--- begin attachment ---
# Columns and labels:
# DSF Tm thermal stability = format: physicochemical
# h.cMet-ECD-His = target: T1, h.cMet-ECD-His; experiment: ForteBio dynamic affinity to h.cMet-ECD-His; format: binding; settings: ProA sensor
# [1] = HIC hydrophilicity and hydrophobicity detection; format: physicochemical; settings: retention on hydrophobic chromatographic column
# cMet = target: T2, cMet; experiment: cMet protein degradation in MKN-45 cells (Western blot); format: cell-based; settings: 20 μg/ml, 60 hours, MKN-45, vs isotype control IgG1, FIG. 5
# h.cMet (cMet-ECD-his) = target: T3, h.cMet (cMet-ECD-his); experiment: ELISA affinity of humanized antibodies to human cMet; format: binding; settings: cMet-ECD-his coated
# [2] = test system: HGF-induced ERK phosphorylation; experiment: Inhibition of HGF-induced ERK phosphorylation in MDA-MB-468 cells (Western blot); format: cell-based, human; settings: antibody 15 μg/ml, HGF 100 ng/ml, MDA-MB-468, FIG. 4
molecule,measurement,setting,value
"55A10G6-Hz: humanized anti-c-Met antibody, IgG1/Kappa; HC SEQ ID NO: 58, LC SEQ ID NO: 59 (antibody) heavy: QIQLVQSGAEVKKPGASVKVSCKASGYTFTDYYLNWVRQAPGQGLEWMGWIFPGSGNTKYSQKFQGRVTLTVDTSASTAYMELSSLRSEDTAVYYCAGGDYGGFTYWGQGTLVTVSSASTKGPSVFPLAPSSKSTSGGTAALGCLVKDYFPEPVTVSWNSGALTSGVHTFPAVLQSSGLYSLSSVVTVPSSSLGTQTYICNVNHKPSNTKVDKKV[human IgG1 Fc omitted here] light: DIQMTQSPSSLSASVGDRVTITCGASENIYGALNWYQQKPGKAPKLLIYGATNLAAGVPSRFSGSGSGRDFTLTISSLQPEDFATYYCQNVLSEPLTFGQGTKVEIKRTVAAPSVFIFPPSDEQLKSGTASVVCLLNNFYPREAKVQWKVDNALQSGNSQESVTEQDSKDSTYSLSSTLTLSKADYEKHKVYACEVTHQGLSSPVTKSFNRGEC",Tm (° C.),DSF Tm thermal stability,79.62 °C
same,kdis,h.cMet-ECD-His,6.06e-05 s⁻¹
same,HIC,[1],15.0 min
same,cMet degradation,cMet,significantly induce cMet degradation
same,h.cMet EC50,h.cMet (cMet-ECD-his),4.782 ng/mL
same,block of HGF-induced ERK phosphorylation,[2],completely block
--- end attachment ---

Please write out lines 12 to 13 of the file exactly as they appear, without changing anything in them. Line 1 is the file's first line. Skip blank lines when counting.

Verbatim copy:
same,cMet degradation,cMet,significantly induce cMet degradation
same,h.cMet EC50,h.cMet (cMet-ECD-his),4.782 ng/mL